Pay Now or Pay Later

Small and midsize businesses are in the cyber crime bullseye.

The majority of all cyber attacks happen to small and midsize businesses (SMBs, with revenues up to $1 billion), according to a 2018 Vistage report by Cisco and the National Center for the Middle Market.

Debunking the myth that cyber attacks usually hit large companies, the report calls SMBs “soft targets,” reasoning that these companies have valuable data but lack effective cyber-security controls and trained cyber-security personnel. 

SMBs are also good targets for ransomware because they are more likely to pay ransoms since they have not invested in offsite backups or developed and tested backup and recovery plans, which would allow them to simply restore their systems. 

Ponemon’s 2018 report on SMB cyber security analyzed companies in the United States and United Kingdom with the number of employees ranging from less than 100 to 1,000. The report found 67% of the respondents had suffered a cyber incident in the past year and 70% had paid ransoms. In general, SMBs do not know how to address cyber security, or they are overwhelmed by the requirements and financial resources needed to establish a full enterprise security program. When asked what kept them from having an effective IT security posture, 47% of the Ponemon respondents said they had no understanding of how to protect against cyber attacks, 74% cited insufficient personnel, and 55% said they had insufficient financial resources. 

Why are SMBs in this position? Many typically struggle with expanding their IT capabilities to keep pace with growth. Small businesses often begin with an outside consultant who periodically comes in and resolves issues or sets up a new capability. As they grow, they may expand IT capabilities by hiring a small internal IT team and using cloud services, software-as-a-service enterprise applications, and business process outsourcing (BPO) vendors. Thus, the “IT team” may be a mix of internal and external personnel, which increases complexity in cyber risk management, especially incident response.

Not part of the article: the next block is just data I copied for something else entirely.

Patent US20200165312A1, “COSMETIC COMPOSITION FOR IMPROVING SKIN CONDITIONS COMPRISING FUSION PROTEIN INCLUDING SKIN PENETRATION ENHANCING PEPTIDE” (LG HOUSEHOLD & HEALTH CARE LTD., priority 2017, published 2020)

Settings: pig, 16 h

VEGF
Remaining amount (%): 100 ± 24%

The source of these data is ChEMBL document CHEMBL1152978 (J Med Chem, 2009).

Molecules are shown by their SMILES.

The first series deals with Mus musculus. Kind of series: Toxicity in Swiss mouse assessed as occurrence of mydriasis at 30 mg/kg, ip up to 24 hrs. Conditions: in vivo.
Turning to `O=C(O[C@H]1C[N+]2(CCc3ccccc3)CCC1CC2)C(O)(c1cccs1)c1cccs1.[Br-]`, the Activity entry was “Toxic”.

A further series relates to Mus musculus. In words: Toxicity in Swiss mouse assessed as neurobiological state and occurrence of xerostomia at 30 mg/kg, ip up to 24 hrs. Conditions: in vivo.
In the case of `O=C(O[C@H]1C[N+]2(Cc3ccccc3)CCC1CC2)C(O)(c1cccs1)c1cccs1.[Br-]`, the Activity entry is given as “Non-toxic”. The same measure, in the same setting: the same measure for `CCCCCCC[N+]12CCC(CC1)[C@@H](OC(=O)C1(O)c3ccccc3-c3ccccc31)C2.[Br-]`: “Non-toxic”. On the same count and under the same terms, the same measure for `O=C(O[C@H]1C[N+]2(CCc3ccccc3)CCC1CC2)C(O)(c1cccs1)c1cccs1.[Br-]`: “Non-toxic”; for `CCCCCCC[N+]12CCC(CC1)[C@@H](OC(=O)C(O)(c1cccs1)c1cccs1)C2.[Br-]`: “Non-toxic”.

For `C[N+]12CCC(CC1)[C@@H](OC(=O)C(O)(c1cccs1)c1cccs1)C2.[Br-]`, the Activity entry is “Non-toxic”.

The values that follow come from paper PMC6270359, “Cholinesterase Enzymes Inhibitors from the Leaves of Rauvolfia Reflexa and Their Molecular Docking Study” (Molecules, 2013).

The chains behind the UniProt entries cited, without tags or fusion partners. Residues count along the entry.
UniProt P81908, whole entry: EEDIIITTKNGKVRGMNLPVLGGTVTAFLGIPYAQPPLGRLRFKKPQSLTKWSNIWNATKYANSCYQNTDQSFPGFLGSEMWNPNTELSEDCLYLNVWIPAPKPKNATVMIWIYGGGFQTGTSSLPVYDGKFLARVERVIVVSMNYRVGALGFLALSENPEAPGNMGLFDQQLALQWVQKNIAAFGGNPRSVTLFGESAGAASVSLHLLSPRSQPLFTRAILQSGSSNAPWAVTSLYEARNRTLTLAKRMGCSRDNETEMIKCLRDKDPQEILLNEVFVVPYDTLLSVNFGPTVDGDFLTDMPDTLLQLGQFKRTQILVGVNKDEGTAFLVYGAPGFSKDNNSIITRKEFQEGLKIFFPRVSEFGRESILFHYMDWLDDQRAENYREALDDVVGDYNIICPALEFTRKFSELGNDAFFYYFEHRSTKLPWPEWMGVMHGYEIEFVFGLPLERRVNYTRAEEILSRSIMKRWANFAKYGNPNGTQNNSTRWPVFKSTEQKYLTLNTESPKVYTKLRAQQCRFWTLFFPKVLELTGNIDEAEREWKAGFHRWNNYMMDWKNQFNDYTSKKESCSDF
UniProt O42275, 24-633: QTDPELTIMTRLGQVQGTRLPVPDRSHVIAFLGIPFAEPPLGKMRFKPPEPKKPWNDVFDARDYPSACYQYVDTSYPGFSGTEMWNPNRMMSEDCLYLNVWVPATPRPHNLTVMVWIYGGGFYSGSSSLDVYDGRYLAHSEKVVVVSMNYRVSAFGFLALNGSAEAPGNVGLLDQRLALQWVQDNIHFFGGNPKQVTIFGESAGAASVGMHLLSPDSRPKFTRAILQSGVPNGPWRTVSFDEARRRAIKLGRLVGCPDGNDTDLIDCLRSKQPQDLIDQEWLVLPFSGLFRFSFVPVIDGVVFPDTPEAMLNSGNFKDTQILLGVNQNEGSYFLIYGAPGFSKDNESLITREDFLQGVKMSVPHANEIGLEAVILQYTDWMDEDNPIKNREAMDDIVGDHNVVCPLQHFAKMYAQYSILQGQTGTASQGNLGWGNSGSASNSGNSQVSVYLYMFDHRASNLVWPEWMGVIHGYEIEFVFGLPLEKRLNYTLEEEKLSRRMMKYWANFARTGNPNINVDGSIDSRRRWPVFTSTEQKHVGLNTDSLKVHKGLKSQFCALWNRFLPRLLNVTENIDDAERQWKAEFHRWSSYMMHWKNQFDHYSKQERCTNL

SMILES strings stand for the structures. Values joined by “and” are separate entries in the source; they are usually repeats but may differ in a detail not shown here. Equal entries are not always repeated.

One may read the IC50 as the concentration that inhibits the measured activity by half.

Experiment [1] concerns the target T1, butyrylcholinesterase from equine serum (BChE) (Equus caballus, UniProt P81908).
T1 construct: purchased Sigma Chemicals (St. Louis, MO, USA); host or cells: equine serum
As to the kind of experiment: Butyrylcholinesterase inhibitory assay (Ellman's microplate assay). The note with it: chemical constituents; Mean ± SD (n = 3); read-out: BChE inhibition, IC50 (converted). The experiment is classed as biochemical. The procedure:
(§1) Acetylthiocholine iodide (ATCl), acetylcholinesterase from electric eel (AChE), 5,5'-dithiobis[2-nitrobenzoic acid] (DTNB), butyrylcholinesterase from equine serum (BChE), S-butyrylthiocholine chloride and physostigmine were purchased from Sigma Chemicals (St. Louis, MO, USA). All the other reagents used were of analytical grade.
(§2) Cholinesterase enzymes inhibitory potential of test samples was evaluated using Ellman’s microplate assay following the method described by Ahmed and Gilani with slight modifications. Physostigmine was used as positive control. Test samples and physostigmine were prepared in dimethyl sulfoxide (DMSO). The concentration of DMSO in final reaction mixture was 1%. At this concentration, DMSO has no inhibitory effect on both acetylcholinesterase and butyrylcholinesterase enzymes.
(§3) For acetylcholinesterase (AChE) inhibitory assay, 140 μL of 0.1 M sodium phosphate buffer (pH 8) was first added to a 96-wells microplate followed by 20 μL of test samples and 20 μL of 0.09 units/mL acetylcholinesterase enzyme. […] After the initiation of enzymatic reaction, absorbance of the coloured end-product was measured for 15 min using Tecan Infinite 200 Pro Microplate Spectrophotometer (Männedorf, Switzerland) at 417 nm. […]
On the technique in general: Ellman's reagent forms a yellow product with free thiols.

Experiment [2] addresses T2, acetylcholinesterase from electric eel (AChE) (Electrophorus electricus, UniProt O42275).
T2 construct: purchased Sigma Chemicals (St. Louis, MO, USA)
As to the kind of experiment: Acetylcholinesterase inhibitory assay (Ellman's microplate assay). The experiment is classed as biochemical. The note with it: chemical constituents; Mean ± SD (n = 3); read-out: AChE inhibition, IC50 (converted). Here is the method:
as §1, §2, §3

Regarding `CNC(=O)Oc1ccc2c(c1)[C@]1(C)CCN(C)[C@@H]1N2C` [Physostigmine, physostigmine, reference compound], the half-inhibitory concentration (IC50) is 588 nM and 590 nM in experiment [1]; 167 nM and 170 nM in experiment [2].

In fact, a 2018 report by the National Center for the Middle Market reported that the IT department is responsible for cyber security in 61% of SMBs. And the 2018 Vistage report found that 67% of SMBs use an external partner to manage cyber security. 

The unwillingness of SMB CEOs and CFOs to invest in dedicated personnel and enterprise cyber-security programs makes little sense when one considers the cost of cyber attacks. The Ponemon report calculated the average cost per attack due to compromise of employees’ passwords was $383,365, the average cost of recovery from damage or theft of IT assets was $1.43 million, and the average cost from disruption of operations was $1.56 million. The cost per incident had increased 33% and disruption to operations had increased 25% since 2017 due to damage or theft of IT assets. 

The Ponemon report found that companies that claimed to be effective at mitigating cyber risks and attacks have significantly lower costs related to cyber incidents than other SMB respondents. In fact, the difference in one incident is enough to pay for a strong cyber-security program consistent with best practices and standards. 

The table below illustrates that companies with effective cyber-security programs had an average cost from disruption of operations of $1.06 million—about $500,000 less than other SMBs. Their cost from damage or theft of IT assets or infrastructure was about $330,000 less than other SMBs, and the cost per incident was $88,465 less. That in itself is adequate justification for funding an enterprise security program. 

In 2018, Hiscox commissioned Forrester Consulting to assess the cyber readiness of organizations and noted that seven out of 10 businesses are not prepared for a cyber attack. Forrester concluded, “While big firms incur the highest costs in the aggregate, the financial impact of cyber-attacks is disproportionately greater for small businesses.”